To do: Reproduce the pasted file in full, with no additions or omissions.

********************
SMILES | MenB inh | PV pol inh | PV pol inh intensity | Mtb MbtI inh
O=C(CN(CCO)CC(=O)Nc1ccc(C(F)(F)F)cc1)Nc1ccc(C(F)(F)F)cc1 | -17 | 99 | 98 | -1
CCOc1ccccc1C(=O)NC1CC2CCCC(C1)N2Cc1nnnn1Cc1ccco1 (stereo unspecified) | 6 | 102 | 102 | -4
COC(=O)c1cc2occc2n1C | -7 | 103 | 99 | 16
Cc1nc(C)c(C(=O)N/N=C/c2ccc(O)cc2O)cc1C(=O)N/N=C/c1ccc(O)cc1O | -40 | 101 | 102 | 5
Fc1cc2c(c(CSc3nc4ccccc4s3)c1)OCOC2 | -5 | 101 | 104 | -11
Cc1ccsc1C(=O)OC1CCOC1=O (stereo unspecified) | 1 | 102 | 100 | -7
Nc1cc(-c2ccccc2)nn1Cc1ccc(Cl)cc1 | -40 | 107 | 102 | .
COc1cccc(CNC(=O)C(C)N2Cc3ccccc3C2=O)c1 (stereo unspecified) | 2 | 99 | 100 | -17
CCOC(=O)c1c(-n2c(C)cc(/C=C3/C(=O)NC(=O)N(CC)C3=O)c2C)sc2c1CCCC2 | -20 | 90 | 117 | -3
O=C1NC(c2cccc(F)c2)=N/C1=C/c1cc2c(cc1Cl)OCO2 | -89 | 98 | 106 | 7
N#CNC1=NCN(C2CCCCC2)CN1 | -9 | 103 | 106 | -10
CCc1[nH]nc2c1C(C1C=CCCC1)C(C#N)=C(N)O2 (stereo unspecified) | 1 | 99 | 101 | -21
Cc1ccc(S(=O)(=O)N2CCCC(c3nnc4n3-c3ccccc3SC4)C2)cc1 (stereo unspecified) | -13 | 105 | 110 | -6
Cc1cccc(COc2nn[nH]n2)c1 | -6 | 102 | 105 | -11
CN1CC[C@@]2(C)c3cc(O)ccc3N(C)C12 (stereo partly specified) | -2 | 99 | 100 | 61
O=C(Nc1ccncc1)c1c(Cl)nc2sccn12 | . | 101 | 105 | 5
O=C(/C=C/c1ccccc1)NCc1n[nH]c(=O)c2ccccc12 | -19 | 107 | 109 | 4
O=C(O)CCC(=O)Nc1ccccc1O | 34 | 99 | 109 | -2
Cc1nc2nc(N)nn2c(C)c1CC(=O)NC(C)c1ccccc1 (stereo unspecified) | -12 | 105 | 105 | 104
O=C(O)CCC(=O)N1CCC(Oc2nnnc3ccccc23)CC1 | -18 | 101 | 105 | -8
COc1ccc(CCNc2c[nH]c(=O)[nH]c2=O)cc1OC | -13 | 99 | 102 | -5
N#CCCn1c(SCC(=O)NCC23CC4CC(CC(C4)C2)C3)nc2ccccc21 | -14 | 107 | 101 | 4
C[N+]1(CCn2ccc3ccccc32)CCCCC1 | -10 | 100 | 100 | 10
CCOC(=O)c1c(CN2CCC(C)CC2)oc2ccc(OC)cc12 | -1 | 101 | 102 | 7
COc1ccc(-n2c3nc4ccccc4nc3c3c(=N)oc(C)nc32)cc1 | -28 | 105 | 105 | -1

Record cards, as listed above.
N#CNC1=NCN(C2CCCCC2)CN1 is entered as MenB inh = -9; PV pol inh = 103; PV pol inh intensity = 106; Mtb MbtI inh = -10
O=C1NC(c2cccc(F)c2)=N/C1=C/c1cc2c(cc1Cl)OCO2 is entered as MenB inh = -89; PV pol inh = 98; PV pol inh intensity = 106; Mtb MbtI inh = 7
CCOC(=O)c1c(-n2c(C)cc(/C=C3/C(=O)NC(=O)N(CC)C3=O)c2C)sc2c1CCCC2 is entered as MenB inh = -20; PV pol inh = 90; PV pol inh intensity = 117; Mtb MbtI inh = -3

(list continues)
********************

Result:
SMILES | MenB inh | PV pol inh | PV pol inh intensity | Mtb MbtI inh
O=C(CN(CCO)CC(=O)Nc1ccc(C(F)(F)F)cc1)Nc1ccc(C(F)(F)F)cc1 | -17 | 99 | 98 | -1
CCOc1ccccc1C(=O)NC1CC2CCCC(C1)N2Cc1nnnn1Cc1ccco1 (stereo unspecified) | 6 | 102 | 102 | -4
COC(=O)c1cc2occc2n1C | -7 | 103 | 99 | 16
Cc1nc(C)c(C(=O)N/N=C/c2ccc(O)cc2O)cc1C(=O)N/N=C/c1ccc(O)cc1O | -40 | 101 | 102 | 5
Fc1cc2c(c(CSc3nc4ccccc4s3)c1)OCOC2 | -5 | 101 | 104 | -11
Cc1ccsc1C(=O)OC1CCOC1=O (stereo unspecified) | 1 | 102 | 100 | -7
Nc1cc(-c2ccccc2)nn1Cc1ccc(Cl)cc1 | -40 | 107 | 102 | .
COc1cccc(CNC(=O)C(C)N2Cc3ccccc3C2=O)c1 (stereo unspecified) | 2 | 99 | 100 | -17
CCOC(=O)c1c(-n2c(C)cc(/C=C3/C(=O)NC(=O)N(CC)C3=O)c2C)sc2c1CCCC2 | -20 | 90 | 117 | -3
O=C1NC(c2cccc(F)c2)=N/C1=C/c1cc2c(cc1Cl)OCO2 | -89 | 98 | 106 | 7
N#CNC1=NCN(C2CCCCC2)CN1 | -9 | 103 | 106 | -10
CCc1[nH]nc2c1C(C1C=CCCC1)C(C#N)=C(N)O2 (stereo unspecified) | 1 | 99 | 101 | -21
Cc1ccc(S(=O)(=O)N2CCCC(c3nnc4n3-c3ccccc3SC4)C2)cc1 (stereo unspecified) | -13 | 105 | 110 | -6
Cc1cccc(COc2nn[nH]n2)c1 | -6 | 102 | 105 | -11
CN1CC[C@@]2(C)c3cc(O)ccc3N(C)C12 (stereo partly specified) | -2 | 99 | 100 | 61
O=C(Nc1ccncc1)c1c(Cl)nc2sccn12 | . | 101 | 105 | 5
O=C(/C=C/c1ccccc1)NCc1n[nH]c(=O)c2ccccc12 | -19 | 107 | 109 | 4
O=C(O)CCC(=O)Nc1ccccc1O | 34 | 99 | 109 | -2
Cc1nc2nc(N)nn2c(C)c1CC(=O)NC(C)c1ccccc1 (stereo unspecified) | -12 | 105 | 105 | 104
O=C(O)CCC(=O)N1CCC(Oc2nnnc3ccccc23)CC1 | -18 | 101 | 105 | -8
COc1ccc(CCNc2c[nH]c(=O)[nH]c2=O)cc1OC | -13 | 99 | 102 | -5
N#CCCn1c(SCC(=O)NCC23CC4CC(CC(C4)C2)C3)nc2ccccc21 | -14 | 107 | 101 | 4
C[N+]1(CCn2ccc3ccccc32)CCCCC1 | -10 | 100 | 100 | 10
CCOC(=O)c1c(CN2CCC(C)CC2)oc2ccc(OC)cc12 | -1 | 101 | 102 | 7
COc1ccc(-n2c3nc4ccccc4nc3c3c(=N)oc(C)nc32)cc1 | -28 | 105 | 105 | -1

Record cards, as listed above.
N#CNC1=NCN(C2CCCCC2)CN1 is entered as MenB inh = -9; PV pol inh = 103; PV pol inh intensity = 106; Mtb MbtI inh = -10
O=C1NC(c2cccc(F)c2)=N/C1=C/c1cc2c(cc1Cl)OCO2 is entered as MenB inh = -89; PV pol inh = 98; PV pol inh intensity = 106; Mtb MbtI inh = 7
CCOC(=O)c1c(-n2c(C)cc(/C=C3/C(=O)NC(=O)N(CC)C3=O)c2C)sc2c1CCCC2 is entered as MenB inh = -20; PV pol inh = 90; PV pol inh intensity = 117; Mtb MbtI inh = -3

(list continues)